• Gemini 6 - . Call Sign: Gemini 6. Crew: Schirra; Stafford. Backup Crew: Grissom; Young. Payload: Gemini SC6. Mass: 3,546 kg (7,817 lb). Nation: USA. Related Persons: Schirra; Stafford; Grissom; Young. Agency: NASA Houston. Program: Gemini. Class: Manned. Type: Manned spacecraft. Flight: Gemini 6; Gemini 7. Spacecraft: Gemini; Gemini Radar. Duration: 1.08 days. Decay Date: 1965-12-16 . USAF Sat Cat: 1839 . COSPAR: 1965-104A. Apogee: 271 km (168 mi). Perigee: 258 km (160 mi). Inclination: 28.9000 deg. Period: 89.60 min. The primary objective of the mission, crewed by command pilot Astronaut Walter M. Schirra, Jr., and pilot Astronaut Thomas P. Stafford, was to rendezvous with spacecraft No. 7. Among the secondary objectives were stationkeeping with spacecraft No. 7, evaluating spacecraft reentry guidance capability, testing the visibility of spacecraft No. 7 as a rendezvous target, and conducting three experiments. After the launch vehicle inserted the spacecraft into an 87 by 140 nautical mile orbit, the crew prepared for the maneuvers necessary to achieve rendezvous. Four maneuvers preceded the first radar contact between the two spacecraft. The first maneuver, a height adjustment, came an hour and a half after insertion, at first perigee; a phase adjustment at second apogee, a plane change, and another height adjustment at second perigee followed. The onboard radar was turned on 3 hours into the mission. The first radar lock-on indicated 246 miles between the two spacecraft. The coelliptic maneuver was performed at third apogee, 3 hours 47 minutes after launch. The terminal phase initiation maneuver was performed an hour and a half later. Two midcourse corrections preceded final braking maneuvers at 5 hours 50 minutes into the flight. Rendezvous was technically accomplished and stationkeeping began some 6 minutes later when the two spacecraft were about 120 feet apart and their relative motion had stopped. Stationkeeping maneuvers continued for three and a half orbits at distances from 1 to 300 feet. Spacecraft No. 6 then initiated a separation maneuver and withdrew to a range of about 30 miles. The only major malfunction in spacecraft No. 6 during the mission was the failure of the delayed-time telemetry tape recorder at 20 hours 55 minutes ground elapsed time, which resulted in the loss of all delayed-time telemetry data for the remainder of the mission, some 4 hours and 20 minutes. The flight ended with a nominal reentry and landing in the West Atlantic, just 10 km from the planned landing point, on December 16. The crew remained in the spacecraft, which was recovered an hour later by the prime recovery ship, the aircraft carrier Wasp.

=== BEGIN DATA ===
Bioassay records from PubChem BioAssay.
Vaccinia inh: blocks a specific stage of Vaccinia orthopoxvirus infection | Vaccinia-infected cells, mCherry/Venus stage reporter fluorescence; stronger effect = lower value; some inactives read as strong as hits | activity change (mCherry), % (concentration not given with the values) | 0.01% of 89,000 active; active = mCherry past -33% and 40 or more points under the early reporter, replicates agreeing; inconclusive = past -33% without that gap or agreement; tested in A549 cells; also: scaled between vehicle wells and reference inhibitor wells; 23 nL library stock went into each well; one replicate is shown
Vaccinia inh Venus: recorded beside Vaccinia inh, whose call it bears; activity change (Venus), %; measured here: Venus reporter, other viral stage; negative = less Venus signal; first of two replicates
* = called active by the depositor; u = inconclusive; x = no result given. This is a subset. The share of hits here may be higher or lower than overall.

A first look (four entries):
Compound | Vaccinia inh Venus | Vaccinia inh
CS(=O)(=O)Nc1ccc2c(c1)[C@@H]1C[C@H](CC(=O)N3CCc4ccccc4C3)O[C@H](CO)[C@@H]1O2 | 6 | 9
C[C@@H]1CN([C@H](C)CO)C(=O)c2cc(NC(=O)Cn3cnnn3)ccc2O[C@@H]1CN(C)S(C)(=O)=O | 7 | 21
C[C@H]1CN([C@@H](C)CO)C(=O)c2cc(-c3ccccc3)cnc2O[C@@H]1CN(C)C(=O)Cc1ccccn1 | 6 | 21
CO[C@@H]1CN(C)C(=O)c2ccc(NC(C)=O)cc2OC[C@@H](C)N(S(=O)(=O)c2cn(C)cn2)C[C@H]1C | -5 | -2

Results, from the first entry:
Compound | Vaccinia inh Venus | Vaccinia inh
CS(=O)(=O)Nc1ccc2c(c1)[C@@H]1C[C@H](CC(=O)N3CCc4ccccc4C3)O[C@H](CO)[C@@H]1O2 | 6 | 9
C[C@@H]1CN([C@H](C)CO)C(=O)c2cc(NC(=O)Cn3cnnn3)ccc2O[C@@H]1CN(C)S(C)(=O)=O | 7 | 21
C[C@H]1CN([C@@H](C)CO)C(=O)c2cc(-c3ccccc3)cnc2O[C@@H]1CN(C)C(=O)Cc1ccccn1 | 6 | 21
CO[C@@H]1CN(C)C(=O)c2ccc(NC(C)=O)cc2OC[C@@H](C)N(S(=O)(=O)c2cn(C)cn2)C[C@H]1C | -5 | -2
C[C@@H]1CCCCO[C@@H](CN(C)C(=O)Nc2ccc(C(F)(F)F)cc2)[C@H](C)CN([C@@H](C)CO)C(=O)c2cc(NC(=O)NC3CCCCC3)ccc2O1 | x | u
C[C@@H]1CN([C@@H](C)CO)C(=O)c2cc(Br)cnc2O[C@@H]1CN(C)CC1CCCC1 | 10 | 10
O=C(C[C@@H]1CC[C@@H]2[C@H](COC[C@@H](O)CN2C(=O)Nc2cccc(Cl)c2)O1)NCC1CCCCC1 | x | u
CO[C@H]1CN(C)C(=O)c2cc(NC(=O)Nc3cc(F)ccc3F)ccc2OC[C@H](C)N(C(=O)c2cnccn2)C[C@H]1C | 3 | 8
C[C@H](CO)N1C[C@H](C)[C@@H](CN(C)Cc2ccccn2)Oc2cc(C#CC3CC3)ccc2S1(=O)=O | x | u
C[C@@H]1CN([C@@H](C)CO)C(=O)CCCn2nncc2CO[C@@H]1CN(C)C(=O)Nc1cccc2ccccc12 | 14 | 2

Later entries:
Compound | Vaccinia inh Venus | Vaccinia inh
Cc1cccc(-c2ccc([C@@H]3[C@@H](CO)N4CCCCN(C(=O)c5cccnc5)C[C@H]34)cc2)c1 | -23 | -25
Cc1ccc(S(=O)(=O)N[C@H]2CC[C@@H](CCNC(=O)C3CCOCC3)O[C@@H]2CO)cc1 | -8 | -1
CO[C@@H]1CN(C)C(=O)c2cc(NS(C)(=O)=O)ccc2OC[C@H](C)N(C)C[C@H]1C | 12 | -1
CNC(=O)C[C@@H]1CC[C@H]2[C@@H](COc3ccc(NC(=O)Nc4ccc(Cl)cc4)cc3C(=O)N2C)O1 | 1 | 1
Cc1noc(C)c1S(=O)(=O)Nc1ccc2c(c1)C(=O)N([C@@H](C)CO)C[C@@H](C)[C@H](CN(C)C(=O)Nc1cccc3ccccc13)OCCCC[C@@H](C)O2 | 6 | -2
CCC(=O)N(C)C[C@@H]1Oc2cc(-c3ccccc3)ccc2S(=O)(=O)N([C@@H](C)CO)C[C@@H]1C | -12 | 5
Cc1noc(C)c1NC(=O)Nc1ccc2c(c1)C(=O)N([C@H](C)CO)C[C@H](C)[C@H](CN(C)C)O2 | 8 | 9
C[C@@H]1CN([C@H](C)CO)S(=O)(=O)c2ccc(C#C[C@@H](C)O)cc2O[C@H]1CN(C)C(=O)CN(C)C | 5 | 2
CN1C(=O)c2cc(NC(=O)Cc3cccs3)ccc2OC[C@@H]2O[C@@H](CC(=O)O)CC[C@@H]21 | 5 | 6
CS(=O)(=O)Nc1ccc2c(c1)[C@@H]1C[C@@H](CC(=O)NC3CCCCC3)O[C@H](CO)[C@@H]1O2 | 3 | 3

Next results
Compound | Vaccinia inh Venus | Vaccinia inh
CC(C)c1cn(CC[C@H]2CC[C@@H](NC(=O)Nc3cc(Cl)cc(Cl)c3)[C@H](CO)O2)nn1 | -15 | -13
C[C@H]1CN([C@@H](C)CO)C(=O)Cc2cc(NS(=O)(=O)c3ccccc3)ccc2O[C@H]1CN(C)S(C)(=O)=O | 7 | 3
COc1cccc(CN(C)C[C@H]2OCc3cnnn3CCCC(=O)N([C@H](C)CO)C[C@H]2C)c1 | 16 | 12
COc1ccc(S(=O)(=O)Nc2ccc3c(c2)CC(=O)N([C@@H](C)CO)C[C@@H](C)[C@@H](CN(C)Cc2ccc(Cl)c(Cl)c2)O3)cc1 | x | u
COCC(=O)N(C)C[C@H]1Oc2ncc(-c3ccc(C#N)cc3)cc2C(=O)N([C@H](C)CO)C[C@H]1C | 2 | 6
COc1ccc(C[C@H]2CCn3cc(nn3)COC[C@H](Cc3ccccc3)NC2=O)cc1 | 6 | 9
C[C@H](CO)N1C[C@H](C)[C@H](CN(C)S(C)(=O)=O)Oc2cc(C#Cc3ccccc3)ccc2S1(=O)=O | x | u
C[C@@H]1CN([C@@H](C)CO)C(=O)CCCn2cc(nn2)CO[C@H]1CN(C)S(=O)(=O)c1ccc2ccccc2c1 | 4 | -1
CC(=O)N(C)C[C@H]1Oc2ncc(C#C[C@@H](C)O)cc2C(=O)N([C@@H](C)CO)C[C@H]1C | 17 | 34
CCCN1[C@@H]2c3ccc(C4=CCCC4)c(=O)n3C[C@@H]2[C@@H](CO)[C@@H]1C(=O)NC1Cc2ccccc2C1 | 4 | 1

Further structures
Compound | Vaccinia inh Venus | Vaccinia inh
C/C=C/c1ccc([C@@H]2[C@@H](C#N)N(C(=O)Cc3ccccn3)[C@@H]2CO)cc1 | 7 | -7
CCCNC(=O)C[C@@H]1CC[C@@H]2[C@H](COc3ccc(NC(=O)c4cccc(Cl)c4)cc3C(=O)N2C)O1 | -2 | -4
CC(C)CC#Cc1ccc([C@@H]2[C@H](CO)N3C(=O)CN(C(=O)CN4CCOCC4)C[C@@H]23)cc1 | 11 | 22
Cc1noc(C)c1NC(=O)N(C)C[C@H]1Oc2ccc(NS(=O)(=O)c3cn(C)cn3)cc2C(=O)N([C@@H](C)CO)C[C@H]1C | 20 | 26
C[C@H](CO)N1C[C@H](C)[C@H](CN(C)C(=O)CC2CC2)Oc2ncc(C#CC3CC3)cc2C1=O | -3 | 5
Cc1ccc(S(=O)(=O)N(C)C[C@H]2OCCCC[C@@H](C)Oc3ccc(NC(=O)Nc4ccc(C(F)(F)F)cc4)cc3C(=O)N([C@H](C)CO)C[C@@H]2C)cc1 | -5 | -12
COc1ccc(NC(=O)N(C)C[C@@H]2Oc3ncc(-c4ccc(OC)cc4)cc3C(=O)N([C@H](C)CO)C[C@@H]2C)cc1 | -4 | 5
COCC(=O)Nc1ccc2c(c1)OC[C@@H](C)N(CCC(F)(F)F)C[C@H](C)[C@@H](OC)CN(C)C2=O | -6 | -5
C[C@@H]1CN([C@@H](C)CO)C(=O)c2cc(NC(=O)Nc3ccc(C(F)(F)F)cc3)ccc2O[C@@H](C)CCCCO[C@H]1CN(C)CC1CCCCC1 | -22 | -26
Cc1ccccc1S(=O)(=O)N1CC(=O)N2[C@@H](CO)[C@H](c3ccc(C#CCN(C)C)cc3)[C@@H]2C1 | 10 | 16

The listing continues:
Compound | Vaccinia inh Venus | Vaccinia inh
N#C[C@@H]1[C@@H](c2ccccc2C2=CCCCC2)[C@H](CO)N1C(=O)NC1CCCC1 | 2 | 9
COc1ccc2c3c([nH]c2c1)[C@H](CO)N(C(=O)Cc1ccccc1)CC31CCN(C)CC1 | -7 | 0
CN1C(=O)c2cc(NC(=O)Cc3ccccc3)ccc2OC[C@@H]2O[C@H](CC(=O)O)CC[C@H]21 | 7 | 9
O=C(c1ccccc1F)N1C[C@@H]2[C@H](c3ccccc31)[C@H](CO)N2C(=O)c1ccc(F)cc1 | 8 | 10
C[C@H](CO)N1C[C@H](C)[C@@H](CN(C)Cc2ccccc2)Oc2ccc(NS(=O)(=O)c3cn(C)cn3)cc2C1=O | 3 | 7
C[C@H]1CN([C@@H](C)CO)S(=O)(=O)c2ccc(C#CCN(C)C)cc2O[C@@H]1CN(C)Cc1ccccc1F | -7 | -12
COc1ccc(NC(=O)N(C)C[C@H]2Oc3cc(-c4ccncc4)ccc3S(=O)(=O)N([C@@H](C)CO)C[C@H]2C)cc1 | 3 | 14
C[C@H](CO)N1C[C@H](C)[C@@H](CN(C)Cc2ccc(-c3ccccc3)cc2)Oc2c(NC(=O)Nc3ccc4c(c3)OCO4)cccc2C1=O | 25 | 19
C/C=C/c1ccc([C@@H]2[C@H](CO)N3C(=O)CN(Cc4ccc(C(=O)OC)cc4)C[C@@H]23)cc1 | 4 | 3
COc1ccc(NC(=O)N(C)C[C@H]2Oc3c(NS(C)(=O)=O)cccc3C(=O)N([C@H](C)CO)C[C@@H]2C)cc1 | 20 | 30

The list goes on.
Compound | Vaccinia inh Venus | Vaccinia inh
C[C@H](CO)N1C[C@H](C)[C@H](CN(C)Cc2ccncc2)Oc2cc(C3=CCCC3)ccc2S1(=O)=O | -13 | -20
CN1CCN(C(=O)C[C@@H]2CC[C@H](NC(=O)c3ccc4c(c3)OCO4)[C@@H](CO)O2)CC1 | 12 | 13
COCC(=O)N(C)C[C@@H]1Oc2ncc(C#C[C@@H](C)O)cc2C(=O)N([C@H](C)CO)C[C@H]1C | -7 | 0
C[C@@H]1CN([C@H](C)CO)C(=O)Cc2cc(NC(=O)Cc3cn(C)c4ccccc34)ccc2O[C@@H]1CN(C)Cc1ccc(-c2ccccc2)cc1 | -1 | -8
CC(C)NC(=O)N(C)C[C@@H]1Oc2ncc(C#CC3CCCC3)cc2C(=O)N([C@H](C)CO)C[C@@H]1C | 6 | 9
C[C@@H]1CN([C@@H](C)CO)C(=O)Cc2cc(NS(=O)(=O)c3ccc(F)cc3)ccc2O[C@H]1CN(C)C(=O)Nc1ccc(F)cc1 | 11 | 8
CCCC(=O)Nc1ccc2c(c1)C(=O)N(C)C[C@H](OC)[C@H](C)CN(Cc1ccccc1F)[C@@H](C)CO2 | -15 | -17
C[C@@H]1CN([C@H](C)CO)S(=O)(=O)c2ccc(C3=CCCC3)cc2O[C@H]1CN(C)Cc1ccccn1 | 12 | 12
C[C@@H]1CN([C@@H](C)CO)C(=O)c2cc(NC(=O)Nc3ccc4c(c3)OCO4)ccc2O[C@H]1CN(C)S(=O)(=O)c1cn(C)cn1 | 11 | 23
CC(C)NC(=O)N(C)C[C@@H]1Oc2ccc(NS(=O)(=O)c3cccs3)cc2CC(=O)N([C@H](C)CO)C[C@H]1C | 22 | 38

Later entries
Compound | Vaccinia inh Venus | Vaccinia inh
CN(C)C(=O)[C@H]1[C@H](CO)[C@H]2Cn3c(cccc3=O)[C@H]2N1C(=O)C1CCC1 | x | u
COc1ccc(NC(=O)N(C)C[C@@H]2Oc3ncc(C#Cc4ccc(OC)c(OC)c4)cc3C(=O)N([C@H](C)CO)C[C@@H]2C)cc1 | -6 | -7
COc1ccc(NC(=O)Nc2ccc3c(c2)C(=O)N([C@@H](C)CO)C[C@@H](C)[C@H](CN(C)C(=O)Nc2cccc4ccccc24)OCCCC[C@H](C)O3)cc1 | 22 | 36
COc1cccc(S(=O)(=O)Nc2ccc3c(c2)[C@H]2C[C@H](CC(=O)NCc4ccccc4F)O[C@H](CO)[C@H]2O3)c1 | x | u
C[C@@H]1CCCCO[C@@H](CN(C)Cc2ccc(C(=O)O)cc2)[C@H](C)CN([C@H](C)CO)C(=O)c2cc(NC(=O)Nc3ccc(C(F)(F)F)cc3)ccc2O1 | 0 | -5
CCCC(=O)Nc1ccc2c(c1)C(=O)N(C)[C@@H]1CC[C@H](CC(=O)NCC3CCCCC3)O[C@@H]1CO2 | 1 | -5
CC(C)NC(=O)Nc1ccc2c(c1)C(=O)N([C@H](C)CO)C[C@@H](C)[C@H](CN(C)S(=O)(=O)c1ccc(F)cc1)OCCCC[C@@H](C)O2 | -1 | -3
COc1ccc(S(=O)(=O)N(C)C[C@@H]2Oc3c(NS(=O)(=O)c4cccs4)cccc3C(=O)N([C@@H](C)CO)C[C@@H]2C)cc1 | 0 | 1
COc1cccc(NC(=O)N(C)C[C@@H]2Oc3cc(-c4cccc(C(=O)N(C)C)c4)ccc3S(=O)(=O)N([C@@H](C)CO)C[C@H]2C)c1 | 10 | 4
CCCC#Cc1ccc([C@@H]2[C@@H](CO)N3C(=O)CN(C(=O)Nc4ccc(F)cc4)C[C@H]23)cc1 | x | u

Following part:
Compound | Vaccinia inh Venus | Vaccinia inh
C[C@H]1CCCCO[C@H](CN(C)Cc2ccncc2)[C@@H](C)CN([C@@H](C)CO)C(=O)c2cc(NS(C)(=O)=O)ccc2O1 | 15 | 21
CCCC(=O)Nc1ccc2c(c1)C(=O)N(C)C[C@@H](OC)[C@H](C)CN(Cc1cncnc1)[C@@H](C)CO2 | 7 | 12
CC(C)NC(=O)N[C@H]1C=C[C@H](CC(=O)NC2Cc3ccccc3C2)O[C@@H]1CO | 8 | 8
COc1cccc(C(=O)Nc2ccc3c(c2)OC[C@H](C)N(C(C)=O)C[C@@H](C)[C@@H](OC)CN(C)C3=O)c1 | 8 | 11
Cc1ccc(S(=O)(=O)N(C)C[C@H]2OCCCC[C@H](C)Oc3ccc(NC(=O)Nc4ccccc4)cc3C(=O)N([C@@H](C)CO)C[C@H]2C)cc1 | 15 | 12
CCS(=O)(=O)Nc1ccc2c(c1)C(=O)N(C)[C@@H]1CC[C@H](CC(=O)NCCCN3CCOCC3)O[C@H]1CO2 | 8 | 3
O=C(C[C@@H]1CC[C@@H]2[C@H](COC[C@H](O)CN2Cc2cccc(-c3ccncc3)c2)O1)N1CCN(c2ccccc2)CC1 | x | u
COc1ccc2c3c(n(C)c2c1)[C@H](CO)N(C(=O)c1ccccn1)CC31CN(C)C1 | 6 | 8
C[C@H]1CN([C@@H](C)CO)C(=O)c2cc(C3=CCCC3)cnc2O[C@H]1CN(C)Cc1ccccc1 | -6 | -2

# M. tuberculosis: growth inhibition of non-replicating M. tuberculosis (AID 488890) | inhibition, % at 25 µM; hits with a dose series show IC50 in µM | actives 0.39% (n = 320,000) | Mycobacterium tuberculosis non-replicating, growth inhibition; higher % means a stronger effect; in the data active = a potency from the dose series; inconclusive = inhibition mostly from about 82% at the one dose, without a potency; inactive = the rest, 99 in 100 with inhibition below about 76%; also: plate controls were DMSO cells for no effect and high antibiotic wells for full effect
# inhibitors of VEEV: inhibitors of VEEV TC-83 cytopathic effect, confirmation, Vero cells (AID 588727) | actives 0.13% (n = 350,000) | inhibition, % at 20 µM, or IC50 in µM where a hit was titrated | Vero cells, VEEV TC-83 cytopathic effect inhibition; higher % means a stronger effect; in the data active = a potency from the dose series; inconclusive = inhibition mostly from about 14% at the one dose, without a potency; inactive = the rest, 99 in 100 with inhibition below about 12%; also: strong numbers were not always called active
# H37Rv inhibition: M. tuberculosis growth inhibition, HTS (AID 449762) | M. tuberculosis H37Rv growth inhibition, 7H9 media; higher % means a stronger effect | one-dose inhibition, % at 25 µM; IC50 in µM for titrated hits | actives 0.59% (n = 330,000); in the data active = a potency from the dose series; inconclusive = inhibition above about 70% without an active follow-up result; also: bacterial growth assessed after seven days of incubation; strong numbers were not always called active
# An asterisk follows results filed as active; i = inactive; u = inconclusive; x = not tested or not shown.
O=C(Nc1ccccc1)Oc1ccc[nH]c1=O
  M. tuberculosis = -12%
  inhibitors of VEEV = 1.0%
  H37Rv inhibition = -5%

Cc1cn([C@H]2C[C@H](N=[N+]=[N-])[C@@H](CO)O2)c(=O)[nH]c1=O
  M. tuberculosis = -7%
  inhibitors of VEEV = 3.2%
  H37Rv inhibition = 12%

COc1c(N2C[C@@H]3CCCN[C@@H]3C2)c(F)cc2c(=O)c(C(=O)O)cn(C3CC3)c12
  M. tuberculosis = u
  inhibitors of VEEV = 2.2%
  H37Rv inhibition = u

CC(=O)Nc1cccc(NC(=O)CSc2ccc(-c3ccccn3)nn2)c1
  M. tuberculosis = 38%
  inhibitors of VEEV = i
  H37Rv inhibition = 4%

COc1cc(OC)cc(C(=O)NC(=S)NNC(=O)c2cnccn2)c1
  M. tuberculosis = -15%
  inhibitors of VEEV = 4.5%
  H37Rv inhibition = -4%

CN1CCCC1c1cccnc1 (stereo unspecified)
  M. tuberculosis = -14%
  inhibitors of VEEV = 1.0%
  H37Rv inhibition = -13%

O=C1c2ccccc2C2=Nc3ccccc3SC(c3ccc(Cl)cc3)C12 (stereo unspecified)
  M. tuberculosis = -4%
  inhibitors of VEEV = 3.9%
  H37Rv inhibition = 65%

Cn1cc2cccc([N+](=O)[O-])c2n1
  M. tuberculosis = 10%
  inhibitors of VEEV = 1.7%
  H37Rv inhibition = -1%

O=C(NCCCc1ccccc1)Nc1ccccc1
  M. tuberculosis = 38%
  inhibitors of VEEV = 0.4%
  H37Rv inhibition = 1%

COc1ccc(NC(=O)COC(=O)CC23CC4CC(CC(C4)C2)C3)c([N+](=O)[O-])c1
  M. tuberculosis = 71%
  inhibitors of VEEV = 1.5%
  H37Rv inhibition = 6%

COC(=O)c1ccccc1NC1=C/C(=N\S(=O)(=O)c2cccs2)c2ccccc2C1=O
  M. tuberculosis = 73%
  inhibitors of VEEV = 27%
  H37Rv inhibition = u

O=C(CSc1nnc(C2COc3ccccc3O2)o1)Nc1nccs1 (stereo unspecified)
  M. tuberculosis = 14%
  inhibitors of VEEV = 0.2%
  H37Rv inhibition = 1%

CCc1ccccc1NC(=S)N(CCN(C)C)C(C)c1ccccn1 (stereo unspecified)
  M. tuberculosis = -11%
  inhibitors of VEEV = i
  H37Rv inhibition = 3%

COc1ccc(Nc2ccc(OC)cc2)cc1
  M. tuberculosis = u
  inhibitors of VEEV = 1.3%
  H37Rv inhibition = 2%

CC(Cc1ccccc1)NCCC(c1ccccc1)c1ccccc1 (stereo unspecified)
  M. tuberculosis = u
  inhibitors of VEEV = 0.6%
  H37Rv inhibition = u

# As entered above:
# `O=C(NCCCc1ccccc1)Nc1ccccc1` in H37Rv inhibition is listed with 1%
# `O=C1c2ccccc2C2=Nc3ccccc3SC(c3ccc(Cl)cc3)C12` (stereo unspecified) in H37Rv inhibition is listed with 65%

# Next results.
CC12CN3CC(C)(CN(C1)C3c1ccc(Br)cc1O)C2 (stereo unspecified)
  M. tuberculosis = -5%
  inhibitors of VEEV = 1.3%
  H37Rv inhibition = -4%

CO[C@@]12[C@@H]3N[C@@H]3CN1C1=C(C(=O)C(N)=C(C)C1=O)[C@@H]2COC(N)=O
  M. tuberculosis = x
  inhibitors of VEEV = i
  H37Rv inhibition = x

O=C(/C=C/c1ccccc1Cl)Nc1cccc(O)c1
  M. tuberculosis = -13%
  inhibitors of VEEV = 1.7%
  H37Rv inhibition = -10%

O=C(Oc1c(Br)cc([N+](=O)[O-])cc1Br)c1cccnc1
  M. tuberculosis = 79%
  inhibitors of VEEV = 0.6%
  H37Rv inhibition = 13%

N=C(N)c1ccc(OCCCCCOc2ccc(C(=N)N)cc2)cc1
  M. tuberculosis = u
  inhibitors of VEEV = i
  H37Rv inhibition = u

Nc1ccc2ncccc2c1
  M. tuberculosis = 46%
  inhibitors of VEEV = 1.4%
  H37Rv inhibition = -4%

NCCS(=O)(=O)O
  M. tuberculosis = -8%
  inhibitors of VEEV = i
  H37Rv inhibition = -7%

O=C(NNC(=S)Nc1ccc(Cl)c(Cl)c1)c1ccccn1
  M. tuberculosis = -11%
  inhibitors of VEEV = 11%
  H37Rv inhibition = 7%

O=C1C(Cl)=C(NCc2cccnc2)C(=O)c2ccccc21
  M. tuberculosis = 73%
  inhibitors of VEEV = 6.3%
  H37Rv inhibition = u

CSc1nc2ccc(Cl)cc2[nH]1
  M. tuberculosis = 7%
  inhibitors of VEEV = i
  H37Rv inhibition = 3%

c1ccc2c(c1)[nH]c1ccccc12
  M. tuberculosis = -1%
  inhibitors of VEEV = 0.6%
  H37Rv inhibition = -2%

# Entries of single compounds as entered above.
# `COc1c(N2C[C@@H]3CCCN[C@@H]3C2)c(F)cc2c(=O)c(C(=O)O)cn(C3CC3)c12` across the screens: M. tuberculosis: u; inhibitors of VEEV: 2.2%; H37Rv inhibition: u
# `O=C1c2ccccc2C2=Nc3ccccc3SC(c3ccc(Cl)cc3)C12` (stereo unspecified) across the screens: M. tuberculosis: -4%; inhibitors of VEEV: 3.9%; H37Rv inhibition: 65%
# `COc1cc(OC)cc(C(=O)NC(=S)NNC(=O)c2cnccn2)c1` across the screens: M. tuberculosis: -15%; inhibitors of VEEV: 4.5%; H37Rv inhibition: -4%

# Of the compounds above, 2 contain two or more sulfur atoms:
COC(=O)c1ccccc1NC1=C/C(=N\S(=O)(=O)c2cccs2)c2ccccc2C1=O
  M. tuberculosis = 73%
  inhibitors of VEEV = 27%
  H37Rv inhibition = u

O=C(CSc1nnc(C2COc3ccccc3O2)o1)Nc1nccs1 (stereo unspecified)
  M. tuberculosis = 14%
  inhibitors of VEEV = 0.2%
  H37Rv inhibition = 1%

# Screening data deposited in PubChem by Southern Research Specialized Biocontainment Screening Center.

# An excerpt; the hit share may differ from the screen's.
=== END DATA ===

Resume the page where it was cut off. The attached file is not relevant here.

Gemini 6 was to have been the first flight involving docking with an Agena target/propulsion stage. However the Agena blew up on the way to orbit, and the spacecraft was replaced by Gemini 7 in the launch order.